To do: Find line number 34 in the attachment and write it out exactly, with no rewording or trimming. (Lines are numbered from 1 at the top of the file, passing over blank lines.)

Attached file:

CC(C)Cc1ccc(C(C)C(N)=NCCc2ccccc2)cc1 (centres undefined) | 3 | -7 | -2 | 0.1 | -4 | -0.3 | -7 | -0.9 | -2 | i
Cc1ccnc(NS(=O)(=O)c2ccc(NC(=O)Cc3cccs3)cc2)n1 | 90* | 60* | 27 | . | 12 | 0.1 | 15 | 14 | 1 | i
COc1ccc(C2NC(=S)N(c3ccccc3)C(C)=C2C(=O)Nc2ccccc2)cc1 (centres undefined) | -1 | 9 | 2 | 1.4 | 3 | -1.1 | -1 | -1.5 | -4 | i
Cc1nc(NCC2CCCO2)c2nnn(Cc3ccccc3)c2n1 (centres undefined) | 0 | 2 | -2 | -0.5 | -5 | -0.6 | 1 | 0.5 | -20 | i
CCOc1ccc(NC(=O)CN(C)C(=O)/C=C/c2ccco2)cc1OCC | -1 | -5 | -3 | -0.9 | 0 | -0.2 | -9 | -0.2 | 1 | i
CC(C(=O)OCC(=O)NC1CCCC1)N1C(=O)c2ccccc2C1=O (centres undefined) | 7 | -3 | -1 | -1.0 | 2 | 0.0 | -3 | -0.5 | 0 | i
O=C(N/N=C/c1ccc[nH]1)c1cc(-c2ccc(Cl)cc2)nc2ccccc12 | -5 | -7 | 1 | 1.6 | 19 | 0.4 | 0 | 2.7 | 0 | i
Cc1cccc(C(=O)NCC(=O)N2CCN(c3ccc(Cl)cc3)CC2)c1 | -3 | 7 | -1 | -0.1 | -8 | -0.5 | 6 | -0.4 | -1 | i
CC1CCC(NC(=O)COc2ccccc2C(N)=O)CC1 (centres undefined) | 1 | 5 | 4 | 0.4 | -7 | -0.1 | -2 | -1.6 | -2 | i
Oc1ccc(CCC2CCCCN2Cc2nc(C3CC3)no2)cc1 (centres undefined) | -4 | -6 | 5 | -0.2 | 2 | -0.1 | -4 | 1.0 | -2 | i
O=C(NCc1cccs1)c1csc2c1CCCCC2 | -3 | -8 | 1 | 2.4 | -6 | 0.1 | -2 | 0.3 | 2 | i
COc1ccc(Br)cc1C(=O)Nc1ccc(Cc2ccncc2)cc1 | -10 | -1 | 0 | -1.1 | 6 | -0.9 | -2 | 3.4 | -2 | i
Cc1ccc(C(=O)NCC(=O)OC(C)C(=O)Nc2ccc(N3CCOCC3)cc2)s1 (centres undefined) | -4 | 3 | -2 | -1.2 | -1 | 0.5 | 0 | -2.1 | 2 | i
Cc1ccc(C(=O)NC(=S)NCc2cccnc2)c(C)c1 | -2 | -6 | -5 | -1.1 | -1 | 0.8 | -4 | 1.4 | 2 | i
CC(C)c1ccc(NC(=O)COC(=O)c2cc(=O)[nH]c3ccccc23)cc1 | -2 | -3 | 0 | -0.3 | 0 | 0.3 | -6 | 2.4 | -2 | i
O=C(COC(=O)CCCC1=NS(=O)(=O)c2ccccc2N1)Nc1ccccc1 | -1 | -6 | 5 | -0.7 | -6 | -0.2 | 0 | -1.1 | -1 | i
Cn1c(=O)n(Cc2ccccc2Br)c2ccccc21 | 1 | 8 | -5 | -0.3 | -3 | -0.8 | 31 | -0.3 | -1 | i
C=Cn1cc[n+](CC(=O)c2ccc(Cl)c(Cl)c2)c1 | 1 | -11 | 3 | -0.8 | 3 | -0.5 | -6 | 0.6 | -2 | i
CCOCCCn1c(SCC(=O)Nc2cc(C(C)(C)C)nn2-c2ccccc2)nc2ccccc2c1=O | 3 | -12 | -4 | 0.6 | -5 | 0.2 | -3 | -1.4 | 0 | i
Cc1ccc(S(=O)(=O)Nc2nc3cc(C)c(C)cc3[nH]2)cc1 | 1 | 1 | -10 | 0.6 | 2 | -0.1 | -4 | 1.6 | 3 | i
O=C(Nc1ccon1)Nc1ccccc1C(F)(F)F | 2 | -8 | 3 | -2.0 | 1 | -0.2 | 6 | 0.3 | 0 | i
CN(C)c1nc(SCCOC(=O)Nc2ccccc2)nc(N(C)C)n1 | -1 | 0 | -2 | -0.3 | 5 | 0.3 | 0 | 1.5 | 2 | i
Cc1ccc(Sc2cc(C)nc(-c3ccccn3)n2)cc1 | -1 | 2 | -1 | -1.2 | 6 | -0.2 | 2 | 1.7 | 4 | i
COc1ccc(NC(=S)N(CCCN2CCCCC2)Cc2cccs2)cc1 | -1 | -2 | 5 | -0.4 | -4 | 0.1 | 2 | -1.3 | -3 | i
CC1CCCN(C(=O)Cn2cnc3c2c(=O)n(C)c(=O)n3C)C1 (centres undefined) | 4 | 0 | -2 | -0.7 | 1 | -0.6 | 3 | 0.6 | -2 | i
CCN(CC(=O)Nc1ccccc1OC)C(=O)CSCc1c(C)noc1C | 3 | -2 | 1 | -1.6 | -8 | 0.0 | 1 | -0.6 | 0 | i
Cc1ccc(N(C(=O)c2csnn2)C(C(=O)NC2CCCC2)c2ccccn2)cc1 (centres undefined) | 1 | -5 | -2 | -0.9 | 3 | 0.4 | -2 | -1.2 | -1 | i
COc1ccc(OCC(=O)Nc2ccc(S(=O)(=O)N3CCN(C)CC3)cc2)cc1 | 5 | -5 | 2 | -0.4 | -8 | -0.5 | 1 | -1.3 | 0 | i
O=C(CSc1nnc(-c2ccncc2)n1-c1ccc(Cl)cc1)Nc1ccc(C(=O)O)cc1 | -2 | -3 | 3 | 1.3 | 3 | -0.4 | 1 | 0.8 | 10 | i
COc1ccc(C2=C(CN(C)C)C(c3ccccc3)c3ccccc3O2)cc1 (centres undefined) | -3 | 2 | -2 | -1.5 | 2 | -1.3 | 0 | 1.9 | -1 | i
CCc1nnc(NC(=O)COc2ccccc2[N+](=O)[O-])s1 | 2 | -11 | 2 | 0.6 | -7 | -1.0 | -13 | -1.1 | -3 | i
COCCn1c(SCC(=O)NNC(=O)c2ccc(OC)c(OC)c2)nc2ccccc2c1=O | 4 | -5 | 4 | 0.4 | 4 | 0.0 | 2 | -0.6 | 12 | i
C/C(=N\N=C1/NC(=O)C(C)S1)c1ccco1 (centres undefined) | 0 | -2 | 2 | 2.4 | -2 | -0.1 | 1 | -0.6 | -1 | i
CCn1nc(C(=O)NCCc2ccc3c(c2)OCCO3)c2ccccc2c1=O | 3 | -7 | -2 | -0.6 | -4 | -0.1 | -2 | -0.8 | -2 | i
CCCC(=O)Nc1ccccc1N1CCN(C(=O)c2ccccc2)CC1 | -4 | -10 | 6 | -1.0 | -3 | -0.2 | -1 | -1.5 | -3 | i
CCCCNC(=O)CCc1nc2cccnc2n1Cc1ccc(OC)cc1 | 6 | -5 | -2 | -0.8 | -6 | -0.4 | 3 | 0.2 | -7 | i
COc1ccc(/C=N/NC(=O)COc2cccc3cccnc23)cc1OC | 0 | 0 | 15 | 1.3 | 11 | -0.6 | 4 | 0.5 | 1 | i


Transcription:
CCn1nc(C(=O)NCCc2ccc3c(c2)OCCO3)c2ccccc2c1=O | 3 | -7 | -2 | -0.6 | -4 | -0.1 | -2 | -0.8 | -2 | i